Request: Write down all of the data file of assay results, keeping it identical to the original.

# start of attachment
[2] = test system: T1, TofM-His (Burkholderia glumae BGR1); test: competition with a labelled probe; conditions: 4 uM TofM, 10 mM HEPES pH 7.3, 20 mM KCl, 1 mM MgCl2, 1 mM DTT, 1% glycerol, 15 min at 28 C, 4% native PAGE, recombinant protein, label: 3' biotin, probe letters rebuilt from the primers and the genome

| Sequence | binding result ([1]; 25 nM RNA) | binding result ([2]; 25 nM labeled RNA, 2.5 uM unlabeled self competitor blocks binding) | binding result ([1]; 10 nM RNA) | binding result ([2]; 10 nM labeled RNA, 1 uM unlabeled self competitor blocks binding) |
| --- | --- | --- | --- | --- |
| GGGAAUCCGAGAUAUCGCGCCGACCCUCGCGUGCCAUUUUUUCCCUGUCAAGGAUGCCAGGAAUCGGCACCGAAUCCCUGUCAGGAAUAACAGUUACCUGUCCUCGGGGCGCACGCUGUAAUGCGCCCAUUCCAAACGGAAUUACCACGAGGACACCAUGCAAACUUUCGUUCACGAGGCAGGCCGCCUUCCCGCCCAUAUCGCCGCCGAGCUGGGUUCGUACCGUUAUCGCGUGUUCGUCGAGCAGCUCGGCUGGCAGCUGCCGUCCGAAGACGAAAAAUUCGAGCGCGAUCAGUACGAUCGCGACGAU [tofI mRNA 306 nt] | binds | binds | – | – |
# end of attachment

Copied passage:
[2] = test system: T1, TofM-His (Burkholderia glumae BGR1); test: competition with a labelled probe; conditions: 4 uM TofM, 10 mM HEPES pH 7.3, 20 mM KCl, 1 mM MgCl2, 1 mM DTT, 1% glycerol, 15 min at 28 C, 4% native PAGE, recombinant protein, label: 3' biotin, probe letters rebuilt from the primers and the genome

| Sequence | binding result ([1]; 25 nM RNA) | binding result ([2]; 25 nM labeled RNA, 2.5 uM unlabeled self competitor blocks binding) | binding result ([1]; 10 nM RNA) | binding result ([2]; 10 nM labeled RNA, 1 uM unlabeled self competitor blocks binding) |
| --- | --- | --- | --- | --- |
| GGGAAUCCGAGAUAUCGCGCCGACCCUCGCGUGCCAUUUUUUCCCUGUCAAGGAUGCCAGGAAUCGGCACCGAAUCCCUGUCAGGAAUAACAGUUACCUGUCCUCGGGGCGCACGCUGUAAUGCGCCCAUUCCAAACGGAAUUACCACGAGGACACCAUGCAAACUUUCGUUCACGAGGCAGGCCGCCUUCCCGCCCAUAUCGCCGCCGAGCUGGGUUCGUACCGUUAUCGCGUGUUCGUCGAGCAGCUCGGCUGGCAGCUGCCGUCCGAAGACGAAAAAUUCGAGCGCGAUCAGUACGAUCGCGACGAU [tofI mRNA 306 nt] | binds | binds | – | – |